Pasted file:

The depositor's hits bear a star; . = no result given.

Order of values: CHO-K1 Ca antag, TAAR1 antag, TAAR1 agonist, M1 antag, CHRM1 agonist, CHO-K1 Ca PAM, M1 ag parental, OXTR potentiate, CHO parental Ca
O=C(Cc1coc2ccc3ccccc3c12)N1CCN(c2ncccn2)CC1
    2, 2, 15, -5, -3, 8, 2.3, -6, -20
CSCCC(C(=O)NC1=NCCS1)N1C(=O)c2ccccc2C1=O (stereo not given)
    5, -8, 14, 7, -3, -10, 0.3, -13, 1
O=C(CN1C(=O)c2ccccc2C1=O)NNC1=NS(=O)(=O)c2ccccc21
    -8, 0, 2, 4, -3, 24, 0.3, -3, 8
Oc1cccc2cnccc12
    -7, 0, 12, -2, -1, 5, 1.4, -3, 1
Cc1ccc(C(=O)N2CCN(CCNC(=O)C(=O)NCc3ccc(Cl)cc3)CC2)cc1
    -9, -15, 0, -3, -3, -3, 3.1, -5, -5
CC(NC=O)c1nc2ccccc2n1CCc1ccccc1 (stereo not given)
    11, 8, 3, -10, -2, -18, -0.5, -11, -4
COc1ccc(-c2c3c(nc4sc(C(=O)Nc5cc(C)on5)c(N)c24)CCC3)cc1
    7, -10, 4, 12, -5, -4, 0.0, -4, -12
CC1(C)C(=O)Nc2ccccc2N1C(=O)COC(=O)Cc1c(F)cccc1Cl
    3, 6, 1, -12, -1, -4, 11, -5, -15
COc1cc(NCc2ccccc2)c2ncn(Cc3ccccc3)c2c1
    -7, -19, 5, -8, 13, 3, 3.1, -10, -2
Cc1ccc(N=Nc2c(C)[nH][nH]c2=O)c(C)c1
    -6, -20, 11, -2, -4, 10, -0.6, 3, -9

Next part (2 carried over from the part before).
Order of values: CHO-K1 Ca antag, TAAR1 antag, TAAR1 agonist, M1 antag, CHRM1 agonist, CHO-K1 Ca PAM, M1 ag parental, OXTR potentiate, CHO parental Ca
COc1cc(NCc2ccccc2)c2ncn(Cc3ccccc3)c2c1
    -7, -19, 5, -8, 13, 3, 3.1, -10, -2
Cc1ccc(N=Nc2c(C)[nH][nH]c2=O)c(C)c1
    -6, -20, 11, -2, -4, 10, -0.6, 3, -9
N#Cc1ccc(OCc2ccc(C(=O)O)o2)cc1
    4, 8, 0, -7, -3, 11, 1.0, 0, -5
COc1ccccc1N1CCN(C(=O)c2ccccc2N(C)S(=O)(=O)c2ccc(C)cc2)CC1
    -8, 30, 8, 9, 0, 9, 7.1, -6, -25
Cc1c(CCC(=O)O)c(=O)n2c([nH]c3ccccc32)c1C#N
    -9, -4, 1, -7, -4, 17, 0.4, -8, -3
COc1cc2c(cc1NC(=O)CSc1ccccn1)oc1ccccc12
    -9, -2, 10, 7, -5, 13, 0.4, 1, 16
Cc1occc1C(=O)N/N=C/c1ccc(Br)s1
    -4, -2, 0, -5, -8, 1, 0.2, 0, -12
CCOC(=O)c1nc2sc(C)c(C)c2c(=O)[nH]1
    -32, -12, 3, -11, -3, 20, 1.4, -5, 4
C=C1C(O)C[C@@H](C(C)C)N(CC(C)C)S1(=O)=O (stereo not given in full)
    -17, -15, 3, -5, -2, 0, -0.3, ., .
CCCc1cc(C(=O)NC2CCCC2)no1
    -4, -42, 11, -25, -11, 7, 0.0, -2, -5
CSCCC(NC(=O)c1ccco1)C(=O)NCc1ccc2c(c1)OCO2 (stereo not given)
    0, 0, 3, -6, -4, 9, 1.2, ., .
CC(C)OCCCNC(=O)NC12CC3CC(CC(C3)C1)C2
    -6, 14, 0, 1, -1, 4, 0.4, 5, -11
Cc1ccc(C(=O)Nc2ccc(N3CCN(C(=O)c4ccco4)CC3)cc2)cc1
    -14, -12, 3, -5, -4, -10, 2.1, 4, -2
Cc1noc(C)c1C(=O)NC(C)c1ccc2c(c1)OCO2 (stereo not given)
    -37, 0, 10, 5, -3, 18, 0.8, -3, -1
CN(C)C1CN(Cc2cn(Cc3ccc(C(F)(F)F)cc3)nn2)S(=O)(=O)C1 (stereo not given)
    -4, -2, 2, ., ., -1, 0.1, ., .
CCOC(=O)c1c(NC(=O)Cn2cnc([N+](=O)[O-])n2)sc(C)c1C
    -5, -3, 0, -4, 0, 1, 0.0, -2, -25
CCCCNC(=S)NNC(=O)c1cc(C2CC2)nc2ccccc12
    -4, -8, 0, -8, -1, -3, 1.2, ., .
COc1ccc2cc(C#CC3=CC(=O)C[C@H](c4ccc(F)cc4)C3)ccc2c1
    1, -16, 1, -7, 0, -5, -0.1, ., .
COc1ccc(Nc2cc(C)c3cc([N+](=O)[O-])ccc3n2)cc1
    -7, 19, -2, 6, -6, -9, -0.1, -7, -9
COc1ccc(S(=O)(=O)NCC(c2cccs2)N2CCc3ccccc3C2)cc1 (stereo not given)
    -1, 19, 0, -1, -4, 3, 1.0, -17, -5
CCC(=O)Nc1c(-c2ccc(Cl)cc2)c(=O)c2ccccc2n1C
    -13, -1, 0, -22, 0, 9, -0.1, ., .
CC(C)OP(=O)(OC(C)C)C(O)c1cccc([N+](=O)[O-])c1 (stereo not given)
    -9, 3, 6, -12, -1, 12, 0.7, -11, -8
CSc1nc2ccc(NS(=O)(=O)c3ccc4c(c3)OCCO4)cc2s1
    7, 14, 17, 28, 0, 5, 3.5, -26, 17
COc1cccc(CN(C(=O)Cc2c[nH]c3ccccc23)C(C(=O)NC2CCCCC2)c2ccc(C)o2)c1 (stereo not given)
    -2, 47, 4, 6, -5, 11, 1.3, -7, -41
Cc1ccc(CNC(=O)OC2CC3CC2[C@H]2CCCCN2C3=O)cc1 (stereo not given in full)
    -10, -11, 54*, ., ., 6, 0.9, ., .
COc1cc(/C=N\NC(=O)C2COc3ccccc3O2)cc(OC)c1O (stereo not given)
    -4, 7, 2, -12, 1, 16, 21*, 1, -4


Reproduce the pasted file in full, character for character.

The depositor's hits bear a star; . = no result given.

Order of values: CHO-K1 Ca antag, TAAR1 antag, TAAR1 agonist, M1 antag, CHRM1 agonist, CHO-K1 Ca PAM, M1 ag parental, OXTR potentiate, CHO parental Ca
O=C(Cc1coc2ccc3ccccc3c12)N1CCN(c2ncccn2)CC1
    2, 2, 15, -5, -3, 8, 2.3, -6, -20
CSCCC(C(=O)NC1=NCCS1)N1C(=O)c2ccccc2C1=O (stereo not given)
    5, -8, 14, 7, -3, -10, 0.3, -13, 1
O=C(CN1C(=O)c2ccccc2C1=O)NNC1=NS(=O)(=O)c2ccccc21
    -8, 0, 2, 4, -3, 24, 0.3, -3, 8
Oc1cccc2cnccc12
    -7, 0, 12, -2, -1, 5, 1.4, -3, 1
Cc1ccc(C(=O)N2CCN(CCNC(=O)C(=O)NCc3ccc(Cl)cc3)CC2)cc1
    -9, -15, 0, -3, -3, -3, 3.1, -5, -5
CC(NC=O)c1nc2ccccc2n1CCc1ccccc1 (stereo not given)
    11, 8, 3, -10, -2, -18, -0.5, -11, -4
COc1ccc(-c2c3c(nc4sc(C(=O)Nc5cc(C)on5)c(N)c24)CCC3)cc1
    7, -10, 4, 12, -5, -4, 0.0, -4, -12
CC1(C)C(=O)Nc2ccccc2N1C(=O)COC(=O)Cc1c(F)cccc1Cl
    3, 6, 1, -12, -1, -4, 11, -5, -15
COc1cc(NCc2ccccc2)c2ncn(Cc3ccccc3)c2c1
    -7, -19, 5, -8, 13, 3, 3.1, -10, -2
Cc1ccc(N=Nc2c(C)[nH][nH]c2=O)c(C)c1
    -6, -20, 11, -2, -4, 10, -0.6, 3, -9

Next part (2 carried over from the part before).
Order of values: CHO-K1 Ca antag, TAAR1 antag, TAAR1 agonist, M1 antag, CHRM1 agonist, CHO-K1 Ca PAM, M1 ag parental, OXTR potentiate, CHO parental Ca
COc1cc(NCc2ccccc2)c2ncn(Cc3ccccc3)c2c1
    -7, -19, 5, -8, 13, 3, 3.1, -10, -2
Cc1ccc(N=Nc2c(C)[nH][nH]c2=O)c(C)c1
    -6, -20, 11, -2, -4, 10, -0.6, 3, -9
N#Cc1ccc(OCc2ccc(C(=O)O)o2)cc1
    4, 8, 0, -7, -3, 11, 1.0, 0, -5
COc1ccccc1N1CCN(C(=O)c2ccccc2N(C)S(=O)(=O)c2ccc(C)cc2)CC1
    -8, 30, 8, 9, 0, 9, 7.1, -6, -25
Cc1c(CCC(=O)O)c(=O)n2c([nH]c3ccccc32)c1C#N
    -9, -4, 1, -7, -4, 17, 0.4, -8, -3
COc1cc2c(cc1NC(=O)CSc1ccccn1)oc1ccccc12
    -9, -2, 10, 7, -5, 13, 0.4, 1, 16
Cc1occc1C(=O)N/N=C/c1ccc(Br)s1
    -4, -2, 0, -5, -8, 1, 0.2, 0, -12
CCOC(=O)c1nc2sc(C)c(C)c2c(=O)[nH]1
    -32, -12, 3, -11, -3, 20, 1.4, -5, 4
C=C1C(O)C[C@@H](C(C)C)N(CC(C)C)S1(=O)=O (stereo not given in full)
    -17, -15, 3, -5, -2, 0, -0.3, ., .
CCCc1cc(C(=O)NC2CCCC2)no1
    -4, -42, 11, -25, -11, 7, 0.0, -2, -5
CSCCC(NC(=O)c1ccco1)C(=O)NCc1ccc2c(c1)OCO2 (stereo not given)
    0, 0, 3, -6, -4, 9, 1.2, ., .
CC(C)OCCCNC(=O)NC12CC3CC(CC(C3)C1)C2
    -6, 14, 0, 1, -1, 4, 0.4, 5, -11
Cc1ccc(C(=O)Nc2ccc(N3CCN(C(=O)c4ccco4)CC3)cc2)cc1
    -14, -12, 3, -5, -4, -10, 2.1, 4, -2
Cc1noc(C)c1C(=O)NC(C)c1ccc2c(c1)OCO2 (stereo not given)
    -37, 0, 10, 5, -3, 18, 0.8, -3, -1
CN(C)C1CN(Cc2cn(Cc3ccc(C(F)(F)F)cc3)nn2)S(=O)(=O)C1 (stereo not given)
    -4, -2, 2, ., ., -1, 0.1, ., .
CCOC(=O)c1c(NC(=O)Cn2cnc([N+](=O)[O-])n2)sc(C)c1C
    -5, -3, 0, -4, 0, 1, 0.0, -2, -25
CCCCNC(=S)NNC(=O)c1cc(C2CC2)nc2ccccc12
    -4, -8, 0, -8, -1, -3, 1.2, ., .
COc1ccc2cc(C#CC3=CC(=O)C[C@H](c4ccc(F)cc4)C3)ccc2c1
    1, -16, 1, -7, 0, -5, -0.1, ., .
COc1ccc(Nc2cc(C)c3cc([N+](=O)[O-])ccc3n2)cc1
    -7, 19, -2, 6, -6, -9, -0.1, -7, -9
COc1ccc(S(=O)(=O)NCC(c2cccs2)N2CCc3ccccc3C2)cc1 (stereo not given)
    -1, 19, 0, -1, -4, 3, 1.0, -17, -5
CCC(=O)Nc1c(-c2ccc(Cl)cc2)c(=O)c2ccccc2n1C
    -13, -1, 0, -22, 0, 9, -0.1, ., .
CC(C)OP(=O)(OC(C)C)C(O)c1cccc([N+](=O)[O-])c1 (stereo not given)
    -9, 3, 6, -12, -1, 12, 0.7, -11, -8
CSc1nc2ccc(NS(=O)(=O)c3ccc4c(c3)OCCO4)cc2s1
    7, 14, 17, 28, 0, 5, 3.5, -26, 17
COc1cccc(CN(C(=O)Cc2c[nH]c3ccccc23)C(C(=O)NC2CCCCC2)c2ccc(C)o2)c1 (stereo not given)
    -2, 47, 4, 6, -5, 11, 1.3, -7, -41
Cc1ccc(CNC(=O)OC2CC3CC2[C@H]2CCCCN2C3=O)cc1 (stereo not given in full)
    -10, -11, 54*, ., ., 6, 0.9, ., .
COc1cc(/C=N\NC(=O)C2COc3ccccc3O2)cc(OC)c1O (stereo not given)
    -4, 7, 2, -12, 1, 16, 21*, 1, -4